Iraqis are in the midst of a contentious election season ahead of March 7 parliamentary elections. Months of wrangling over amendments to an election law were followed by a January decision to ban several influential Sunni leaders from taking part in the polls.
The Justice and Accountability Commission, led by former Washington favorite Ahmed Chalabi, a Shiite, scoured the election lists for members with alleged ties to the outlawed Baath Party of Saddam Hussein.
Source told Iraq's al-Sumaria that Tehran and Damascus would back Allawi, the secular Shiite leader of the Iraqiya slate, as prime minister. He was previously prime minster in 2004-05.
Allawi sent a delegation to Tehran to discuss his candidacy, the report adds. Shiite cleric Ammar al-Hakim, who heads the influential Supreme Islamic Iraqi Council, is said to be soliciting other political slates to back Allawi over Maliki.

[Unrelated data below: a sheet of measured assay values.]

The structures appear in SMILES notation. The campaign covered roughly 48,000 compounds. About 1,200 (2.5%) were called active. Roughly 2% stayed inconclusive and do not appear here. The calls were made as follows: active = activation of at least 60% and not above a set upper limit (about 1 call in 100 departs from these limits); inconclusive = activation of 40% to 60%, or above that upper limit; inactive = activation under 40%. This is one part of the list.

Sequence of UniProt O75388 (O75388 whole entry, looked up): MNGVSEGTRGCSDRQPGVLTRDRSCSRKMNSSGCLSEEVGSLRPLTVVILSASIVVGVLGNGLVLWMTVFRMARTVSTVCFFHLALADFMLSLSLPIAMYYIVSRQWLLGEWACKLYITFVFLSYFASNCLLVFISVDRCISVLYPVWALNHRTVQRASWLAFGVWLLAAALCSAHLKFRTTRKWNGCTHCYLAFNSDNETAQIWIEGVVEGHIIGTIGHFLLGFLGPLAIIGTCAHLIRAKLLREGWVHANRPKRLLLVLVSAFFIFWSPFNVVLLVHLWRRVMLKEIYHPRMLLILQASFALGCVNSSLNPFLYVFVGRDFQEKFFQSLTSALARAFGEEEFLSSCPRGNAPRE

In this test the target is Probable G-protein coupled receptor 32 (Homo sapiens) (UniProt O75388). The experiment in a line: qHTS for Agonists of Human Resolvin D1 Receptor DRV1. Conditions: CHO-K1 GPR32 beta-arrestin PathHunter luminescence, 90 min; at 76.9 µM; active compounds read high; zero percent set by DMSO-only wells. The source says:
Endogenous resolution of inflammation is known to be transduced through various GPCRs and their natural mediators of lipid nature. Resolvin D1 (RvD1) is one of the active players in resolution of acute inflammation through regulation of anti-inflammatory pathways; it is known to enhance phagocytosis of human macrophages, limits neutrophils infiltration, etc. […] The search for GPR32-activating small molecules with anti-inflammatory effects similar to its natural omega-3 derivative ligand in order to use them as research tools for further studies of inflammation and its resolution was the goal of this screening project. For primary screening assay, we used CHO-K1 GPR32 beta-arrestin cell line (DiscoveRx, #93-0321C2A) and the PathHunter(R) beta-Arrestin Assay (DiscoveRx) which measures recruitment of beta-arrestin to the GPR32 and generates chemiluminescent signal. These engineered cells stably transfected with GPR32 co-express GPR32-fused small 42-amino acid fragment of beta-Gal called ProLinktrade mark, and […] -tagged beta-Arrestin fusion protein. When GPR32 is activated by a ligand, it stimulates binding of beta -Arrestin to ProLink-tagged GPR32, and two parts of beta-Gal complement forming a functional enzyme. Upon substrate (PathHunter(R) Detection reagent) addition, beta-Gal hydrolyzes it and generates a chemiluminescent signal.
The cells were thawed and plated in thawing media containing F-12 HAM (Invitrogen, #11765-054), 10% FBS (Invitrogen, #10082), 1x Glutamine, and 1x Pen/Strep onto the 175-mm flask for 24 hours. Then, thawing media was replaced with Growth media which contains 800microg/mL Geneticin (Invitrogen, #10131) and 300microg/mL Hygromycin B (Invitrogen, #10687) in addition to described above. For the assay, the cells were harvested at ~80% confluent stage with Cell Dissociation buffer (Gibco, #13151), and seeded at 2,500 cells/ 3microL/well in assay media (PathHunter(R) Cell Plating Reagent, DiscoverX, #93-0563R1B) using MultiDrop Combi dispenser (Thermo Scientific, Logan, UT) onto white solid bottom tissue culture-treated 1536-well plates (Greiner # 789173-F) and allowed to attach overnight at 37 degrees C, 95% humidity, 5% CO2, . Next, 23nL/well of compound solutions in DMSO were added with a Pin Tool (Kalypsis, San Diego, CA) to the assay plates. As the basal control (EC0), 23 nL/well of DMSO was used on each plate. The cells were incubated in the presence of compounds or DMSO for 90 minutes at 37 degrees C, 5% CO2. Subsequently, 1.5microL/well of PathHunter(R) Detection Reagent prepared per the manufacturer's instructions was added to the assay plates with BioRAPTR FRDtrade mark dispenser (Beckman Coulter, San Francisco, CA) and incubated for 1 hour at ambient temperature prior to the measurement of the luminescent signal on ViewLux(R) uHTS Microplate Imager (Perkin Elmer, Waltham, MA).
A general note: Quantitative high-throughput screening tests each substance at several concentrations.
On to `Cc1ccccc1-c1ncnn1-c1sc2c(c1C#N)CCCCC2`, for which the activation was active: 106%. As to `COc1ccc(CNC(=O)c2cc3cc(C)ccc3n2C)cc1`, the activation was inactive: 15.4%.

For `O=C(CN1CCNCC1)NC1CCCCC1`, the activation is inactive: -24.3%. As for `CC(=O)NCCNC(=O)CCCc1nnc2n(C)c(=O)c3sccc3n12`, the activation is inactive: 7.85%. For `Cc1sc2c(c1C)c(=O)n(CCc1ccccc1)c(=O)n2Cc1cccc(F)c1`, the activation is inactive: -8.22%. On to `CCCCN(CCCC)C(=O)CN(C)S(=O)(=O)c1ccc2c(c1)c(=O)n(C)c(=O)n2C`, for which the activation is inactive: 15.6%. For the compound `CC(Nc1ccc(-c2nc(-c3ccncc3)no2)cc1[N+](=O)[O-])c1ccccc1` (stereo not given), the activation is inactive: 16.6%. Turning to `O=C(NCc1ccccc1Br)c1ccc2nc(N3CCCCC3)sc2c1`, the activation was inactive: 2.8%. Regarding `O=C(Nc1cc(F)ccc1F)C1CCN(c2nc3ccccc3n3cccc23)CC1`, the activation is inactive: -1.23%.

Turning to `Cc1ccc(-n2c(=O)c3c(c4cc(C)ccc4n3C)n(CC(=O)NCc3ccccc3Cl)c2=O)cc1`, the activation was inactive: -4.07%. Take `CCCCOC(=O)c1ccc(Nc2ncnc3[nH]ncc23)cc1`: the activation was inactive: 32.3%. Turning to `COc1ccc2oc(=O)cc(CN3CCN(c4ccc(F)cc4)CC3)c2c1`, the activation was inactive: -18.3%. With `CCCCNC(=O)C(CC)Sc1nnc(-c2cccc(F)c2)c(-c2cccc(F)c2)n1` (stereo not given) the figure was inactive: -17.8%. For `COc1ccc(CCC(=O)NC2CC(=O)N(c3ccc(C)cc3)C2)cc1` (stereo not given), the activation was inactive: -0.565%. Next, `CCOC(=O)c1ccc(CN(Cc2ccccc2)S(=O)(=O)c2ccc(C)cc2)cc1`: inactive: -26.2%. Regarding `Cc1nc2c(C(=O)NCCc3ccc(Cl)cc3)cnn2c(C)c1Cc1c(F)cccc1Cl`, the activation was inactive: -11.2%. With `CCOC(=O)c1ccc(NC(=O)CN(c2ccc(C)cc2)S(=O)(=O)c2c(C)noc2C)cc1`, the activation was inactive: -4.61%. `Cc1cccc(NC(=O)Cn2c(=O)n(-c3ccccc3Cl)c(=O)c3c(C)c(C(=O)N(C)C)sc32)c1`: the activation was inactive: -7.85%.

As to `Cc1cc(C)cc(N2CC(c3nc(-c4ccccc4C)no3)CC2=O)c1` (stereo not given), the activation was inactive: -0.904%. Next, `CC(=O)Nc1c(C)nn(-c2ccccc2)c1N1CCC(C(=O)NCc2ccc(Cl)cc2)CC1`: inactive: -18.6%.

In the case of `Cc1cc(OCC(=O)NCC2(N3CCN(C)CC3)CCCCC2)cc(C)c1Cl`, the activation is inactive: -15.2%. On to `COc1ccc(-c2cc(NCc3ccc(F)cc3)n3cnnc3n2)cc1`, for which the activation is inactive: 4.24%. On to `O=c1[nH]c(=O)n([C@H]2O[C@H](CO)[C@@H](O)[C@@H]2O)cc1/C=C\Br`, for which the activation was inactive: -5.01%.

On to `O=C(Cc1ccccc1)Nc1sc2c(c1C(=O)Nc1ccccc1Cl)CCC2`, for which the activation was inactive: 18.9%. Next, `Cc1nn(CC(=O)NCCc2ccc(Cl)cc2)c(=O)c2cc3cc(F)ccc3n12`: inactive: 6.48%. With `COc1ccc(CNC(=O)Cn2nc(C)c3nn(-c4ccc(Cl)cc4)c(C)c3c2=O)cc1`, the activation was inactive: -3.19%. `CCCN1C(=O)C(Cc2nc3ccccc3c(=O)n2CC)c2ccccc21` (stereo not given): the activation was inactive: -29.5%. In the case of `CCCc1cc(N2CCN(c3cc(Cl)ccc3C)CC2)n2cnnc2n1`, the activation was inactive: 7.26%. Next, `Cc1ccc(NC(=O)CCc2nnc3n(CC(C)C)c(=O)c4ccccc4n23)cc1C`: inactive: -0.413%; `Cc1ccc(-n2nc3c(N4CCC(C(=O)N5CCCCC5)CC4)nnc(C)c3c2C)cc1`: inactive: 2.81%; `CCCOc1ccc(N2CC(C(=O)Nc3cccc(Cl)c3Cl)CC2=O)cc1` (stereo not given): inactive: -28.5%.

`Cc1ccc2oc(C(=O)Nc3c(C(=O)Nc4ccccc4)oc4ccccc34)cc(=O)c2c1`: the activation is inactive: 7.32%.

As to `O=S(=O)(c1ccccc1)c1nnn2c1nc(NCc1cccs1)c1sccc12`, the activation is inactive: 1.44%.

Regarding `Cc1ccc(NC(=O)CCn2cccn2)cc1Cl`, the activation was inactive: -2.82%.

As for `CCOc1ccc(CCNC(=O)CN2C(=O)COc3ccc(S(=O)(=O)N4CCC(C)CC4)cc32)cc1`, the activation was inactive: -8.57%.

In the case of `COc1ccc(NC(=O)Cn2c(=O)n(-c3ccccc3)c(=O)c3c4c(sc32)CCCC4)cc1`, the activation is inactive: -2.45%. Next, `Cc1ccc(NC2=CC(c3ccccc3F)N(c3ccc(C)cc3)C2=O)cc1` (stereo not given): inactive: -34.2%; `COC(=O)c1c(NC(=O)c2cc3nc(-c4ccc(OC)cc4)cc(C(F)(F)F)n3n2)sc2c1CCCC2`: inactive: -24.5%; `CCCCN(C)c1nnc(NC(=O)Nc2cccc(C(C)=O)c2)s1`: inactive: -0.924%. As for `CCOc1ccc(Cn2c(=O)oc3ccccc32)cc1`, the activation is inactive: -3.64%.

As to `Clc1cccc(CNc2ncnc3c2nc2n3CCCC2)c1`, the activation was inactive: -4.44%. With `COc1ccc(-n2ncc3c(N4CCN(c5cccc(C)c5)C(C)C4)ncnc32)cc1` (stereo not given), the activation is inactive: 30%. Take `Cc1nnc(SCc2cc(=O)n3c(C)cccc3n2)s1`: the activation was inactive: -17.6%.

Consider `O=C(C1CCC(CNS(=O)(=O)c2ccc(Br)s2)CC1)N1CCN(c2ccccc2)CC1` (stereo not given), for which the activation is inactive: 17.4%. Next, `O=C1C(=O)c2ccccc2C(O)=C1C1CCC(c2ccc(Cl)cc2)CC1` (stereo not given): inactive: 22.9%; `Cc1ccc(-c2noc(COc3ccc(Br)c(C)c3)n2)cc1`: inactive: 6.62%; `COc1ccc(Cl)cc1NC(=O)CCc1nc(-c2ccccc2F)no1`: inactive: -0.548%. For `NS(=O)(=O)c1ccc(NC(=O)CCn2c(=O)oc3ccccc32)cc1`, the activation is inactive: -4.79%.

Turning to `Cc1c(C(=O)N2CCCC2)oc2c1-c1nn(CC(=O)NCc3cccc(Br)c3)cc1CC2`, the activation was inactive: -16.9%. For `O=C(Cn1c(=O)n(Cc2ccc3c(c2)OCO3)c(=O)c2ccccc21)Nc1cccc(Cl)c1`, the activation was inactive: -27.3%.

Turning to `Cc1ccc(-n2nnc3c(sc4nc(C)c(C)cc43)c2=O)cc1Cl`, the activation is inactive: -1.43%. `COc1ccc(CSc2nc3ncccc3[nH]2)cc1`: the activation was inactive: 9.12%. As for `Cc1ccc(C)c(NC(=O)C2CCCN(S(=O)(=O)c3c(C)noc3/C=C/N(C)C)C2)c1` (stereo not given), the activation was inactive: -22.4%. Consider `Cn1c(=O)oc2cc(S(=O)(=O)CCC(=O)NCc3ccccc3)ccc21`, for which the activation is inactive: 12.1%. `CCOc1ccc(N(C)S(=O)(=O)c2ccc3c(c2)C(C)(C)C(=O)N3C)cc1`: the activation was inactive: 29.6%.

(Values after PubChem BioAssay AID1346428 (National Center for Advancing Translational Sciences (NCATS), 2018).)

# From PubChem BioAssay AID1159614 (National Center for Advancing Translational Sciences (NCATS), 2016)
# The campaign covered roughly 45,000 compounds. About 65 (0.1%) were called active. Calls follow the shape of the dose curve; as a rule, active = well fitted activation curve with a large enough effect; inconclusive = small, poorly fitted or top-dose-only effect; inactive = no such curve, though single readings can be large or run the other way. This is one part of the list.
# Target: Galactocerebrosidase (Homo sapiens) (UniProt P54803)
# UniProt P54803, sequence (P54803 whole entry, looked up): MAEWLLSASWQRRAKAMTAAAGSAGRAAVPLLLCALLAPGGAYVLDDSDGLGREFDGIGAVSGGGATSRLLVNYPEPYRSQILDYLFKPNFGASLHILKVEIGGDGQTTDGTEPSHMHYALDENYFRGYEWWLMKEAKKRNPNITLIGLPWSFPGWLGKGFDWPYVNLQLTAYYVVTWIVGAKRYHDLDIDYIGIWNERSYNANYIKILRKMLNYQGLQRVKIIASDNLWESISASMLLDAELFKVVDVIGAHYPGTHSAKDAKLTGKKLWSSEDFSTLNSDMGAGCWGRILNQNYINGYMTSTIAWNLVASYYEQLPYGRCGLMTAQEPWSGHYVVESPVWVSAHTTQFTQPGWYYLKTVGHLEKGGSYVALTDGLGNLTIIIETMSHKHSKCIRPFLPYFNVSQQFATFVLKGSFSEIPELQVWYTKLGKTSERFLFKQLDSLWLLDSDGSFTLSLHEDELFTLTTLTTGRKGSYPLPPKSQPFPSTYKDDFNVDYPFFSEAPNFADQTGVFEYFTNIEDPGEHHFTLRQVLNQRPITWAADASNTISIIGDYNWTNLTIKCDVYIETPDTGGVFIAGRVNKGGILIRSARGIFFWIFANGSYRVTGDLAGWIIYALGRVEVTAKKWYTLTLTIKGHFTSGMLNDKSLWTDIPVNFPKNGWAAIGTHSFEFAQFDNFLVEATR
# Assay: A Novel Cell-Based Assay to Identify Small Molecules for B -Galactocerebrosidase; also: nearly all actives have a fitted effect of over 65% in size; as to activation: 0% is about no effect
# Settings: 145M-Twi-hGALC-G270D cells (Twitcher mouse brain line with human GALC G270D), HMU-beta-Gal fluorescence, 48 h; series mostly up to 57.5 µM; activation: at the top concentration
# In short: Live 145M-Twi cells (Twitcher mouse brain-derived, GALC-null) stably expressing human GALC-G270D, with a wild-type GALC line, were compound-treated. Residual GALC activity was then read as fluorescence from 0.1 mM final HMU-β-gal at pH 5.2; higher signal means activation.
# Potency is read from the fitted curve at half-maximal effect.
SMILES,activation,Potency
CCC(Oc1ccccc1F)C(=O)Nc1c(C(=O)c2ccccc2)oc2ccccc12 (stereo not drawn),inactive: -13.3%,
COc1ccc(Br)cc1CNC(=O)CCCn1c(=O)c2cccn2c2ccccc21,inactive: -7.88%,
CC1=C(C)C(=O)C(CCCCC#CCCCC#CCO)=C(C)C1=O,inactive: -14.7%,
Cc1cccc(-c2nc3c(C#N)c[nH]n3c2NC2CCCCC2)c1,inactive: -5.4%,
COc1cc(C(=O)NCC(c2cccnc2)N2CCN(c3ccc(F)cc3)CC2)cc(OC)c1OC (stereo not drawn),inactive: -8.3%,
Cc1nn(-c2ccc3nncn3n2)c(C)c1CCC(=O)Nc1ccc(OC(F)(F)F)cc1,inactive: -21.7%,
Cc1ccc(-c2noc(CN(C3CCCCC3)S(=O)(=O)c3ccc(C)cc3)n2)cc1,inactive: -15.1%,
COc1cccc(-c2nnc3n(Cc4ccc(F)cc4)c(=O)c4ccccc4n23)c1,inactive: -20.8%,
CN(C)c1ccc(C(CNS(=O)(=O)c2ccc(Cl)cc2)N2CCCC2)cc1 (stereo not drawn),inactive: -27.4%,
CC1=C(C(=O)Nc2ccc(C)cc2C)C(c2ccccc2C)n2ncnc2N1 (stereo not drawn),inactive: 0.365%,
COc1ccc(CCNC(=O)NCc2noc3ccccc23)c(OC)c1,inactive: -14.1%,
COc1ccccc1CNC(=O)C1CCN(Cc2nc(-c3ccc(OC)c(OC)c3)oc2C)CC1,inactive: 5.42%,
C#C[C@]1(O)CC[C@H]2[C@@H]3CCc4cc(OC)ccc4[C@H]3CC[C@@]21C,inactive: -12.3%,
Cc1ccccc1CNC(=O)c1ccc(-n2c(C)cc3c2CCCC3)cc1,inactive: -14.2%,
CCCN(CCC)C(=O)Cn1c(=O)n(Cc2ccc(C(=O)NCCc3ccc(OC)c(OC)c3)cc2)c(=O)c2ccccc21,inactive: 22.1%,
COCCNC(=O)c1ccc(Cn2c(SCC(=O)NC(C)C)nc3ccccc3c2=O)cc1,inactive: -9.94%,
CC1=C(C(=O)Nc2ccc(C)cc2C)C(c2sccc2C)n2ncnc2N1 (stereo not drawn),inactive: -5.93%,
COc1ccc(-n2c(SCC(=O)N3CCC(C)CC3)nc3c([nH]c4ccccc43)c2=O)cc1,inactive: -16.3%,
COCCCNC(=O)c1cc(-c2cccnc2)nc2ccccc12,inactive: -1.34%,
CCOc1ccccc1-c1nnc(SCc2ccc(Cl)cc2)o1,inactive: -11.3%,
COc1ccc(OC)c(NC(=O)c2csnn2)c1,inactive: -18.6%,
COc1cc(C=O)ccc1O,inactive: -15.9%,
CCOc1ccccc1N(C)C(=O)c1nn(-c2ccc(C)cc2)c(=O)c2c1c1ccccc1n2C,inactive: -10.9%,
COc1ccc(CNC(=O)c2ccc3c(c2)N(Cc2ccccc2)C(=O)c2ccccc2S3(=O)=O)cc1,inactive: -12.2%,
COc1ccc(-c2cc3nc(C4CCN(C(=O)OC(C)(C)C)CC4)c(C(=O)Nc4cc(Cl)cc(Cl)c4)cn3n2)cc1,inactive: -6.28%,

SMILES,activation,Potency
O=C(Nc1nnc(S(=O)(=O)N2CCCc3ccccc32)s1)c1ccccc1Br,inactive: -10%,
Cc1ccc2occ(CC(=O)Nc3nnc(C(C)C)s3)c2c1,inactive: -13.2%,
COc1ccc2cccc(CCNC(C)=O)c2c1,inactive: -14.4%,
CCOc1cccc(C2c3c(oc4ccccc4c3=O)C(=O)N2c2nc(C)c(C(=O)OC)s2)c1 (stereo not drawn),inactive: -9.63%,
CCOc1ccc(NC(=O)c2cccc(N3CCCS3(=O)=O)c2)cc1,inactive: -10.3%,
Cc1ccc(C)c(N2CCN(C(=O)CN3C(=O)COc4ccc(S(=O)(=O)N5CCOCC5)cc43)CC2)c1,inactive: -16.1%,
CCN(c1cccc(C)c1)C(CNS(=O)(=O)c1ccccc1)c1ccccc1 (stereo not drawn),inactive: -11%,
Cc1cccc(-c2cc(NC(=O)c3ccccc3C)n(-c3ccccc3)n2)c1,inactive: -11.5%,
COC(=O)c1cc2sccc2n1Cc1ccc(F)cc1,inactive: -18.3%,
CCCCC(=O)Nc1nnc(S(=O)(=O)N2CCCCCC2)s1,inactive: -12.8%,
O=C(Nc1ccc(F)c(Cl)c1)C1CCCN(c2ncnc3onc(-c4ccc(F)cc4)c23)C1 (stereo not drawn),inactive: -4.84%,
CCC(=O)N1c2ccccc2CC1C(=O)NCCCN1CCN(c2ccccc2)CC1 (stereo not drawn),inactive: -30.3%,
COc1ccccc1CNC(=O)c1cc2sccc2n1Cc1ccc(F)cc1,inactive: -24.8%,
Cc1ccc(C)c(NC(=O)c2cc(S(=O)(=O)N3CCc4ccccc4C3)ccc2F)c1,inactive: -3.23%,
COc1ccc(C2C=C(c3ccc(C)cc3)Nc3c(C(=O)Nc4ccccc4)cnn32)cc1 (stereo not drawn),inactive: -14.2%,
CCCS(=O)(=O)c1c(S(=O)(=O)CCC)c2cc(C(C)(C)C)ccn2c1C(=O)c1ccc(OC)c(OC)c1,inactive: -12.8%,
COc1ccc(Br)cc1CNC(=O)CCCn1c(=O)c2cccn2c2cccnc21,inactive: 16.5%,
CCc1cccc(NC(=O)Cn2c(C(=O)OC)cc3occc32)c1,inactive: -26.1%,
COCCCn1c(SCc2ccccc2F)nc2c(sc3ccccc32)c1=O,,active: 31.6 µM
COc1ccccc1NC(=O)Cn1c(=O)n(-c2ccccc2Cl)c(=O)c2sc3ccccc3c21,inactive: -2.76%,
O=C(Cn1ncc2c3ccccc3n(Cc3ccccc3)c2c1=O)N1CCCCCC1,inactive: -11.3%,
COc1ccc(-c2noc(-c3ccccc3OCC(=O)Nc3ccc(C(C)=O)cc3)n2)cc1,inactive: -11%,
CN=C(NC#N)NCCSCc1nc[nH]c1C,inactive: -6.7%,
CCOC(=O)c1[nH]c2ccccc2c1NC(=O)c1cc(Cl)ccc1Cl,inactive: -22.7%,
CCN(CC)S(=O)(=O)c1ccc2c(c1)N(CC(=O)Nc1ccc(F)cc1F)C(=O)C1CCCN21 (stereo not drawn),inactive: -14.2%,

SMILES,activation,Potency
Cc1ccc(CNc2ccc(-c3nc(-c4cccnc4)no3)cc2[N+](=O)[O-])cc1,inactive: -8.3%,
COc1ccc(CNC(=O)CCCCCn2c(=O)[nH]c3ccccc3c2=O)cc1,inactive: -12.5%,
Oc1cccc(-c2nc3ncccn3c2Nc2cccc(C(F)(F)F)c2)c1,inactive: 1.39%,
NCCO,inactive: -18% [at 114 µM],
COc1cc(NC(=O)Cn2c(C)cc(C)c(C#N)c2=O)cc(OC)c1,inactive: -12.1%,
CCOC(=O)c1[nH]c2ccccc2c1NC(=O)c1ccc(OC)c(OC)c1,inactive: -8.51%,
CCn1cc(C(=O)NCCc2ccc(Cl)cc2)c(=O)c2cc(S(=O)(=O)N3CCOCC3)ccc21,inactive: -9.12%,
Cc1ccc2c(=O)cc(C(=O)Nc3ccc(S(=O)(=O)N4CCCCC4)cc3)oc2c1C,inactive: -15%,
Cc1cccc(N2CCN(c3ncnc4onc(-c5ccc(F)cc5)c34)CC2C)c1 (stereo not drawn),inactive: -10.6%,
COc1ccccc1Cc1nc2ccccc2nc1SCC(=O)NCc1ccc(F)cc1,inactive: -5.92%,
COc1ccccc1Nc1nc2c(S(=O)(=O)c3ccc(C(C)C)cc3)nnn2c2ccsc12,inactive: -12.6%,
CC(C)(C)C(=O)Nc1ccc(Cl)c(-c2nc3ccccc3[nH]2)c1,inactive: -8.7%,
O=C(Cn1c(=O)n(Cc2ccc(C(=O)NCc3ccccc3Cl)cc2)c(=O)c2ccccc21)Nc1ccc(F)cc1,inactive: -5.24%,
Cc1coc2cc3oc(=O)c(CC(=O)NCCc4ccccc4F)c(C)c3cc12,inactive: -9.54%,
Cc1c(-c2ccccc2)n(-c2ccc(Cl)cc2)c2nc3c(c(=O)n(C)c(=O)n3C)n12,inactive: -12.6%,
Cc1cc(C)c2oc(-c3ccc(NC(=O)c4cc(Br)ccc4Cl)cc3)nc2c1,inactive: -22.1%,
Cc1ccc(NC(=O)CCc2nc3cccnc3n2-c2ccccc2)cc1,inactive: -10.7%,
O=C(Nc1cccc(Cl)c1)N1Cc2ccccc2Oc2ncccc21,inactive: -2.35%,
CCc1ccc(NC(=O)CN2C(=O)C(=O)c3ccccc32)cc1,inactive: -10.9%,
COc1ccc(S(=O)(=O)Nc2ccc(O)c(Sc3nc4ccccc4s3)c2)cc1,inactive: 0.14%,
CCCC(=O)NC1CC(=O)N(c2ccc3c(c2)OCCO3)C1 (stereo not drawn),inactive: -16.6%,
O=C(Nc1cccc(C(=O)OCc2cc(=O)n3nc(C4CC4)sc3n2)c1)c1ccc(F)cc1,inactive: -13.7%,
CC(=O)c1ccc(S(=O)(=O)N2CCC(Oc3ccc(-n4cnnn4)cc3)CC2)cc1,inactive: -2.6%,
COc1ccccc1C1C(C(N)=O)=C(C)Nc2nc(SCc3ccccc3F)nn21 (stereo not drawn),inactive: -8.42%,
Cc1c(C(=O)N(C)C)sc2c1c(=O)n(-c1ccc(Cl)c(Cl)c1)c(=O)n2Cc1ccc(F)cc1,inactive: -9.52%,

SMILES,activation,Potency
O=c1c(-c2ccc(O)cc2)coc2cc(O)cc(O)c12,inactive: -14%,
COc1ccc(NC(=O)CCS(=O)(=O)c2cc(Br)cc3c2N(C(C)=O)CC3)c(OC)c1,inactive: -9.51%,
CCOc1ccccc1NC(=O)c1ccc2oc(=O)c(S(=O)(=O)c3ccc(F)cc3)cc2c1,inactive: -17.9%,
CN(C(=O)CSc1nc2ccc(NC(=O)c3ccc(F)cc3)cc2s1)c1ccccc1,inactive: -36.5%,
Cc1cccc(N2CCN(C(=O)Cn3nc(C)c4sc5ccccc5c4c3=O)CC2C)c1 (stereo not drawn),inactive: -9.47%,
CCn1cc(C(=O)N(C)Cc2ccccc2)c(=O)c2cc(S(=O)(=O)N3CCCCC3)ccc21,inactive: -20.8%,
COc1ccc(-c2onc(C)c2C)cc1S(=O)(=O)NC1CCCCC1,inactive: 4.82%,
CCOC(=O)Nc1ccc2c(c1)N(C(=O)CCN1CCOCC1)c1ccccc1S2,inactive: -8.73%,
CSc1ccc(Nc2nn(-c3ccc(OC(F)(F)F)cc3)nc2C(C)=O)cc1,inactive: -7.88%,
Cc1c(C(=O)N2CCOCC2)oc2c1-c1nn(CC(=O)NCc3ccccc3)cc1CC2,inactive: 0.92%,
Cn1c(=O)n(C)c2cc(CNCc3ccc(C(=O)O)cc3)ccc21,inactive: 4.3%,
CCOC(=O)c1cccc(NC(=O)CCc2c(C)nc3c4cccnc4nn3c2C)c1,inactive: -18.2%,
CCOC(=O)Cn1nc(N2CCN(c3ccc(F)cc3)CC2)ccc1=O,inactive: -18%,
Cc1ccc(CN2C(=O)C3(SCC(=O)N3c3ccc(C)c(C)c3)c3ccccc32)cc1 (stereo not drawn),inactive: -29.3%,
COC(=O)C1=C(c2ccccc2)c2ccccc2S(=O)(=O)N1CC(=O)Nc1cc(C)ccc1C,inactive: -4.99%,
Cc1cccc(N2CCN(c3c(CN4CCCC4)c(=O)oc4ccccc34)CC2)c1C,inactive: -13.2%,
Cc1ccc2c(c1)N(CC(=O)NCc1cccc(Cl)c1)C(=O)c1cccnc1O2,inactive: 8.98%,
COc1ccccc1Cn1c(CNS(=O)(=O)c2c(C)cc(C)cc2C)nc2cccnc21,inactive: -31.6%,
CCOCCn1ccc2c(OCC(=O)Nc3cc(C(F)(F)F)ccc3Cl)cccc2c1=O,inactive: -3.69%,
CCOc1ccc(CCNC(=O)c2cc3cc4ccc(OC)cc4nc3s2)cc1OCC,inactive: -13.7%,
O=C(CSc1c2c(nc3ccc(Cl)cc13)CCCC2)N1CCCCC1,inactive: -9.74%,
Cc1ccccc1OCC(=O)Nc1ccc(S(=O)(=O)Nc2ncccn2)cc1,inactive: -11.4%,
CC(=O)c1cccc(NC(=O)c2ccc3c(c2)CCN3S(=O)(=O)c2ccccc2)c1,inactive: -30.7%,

Washington has expressed concern over the influence Tehran has in the Iraqi election process. Chalabi allegedly launched his vetting campaign with the help of his colleagues in Iran.
U.S. Army Gen. Ray Odierno said in Washington last week that there was "direct intelligence" to suggest that Chalabi and his backers discussed the Iraqi elections with members of Iran's Revolutionary Guard Corps.
The Iranian allegations prompted Saleh al-Mutlaq, the banned Sunni leader of the National Dialogue Front, to pull his slate out of the parliamentary contest.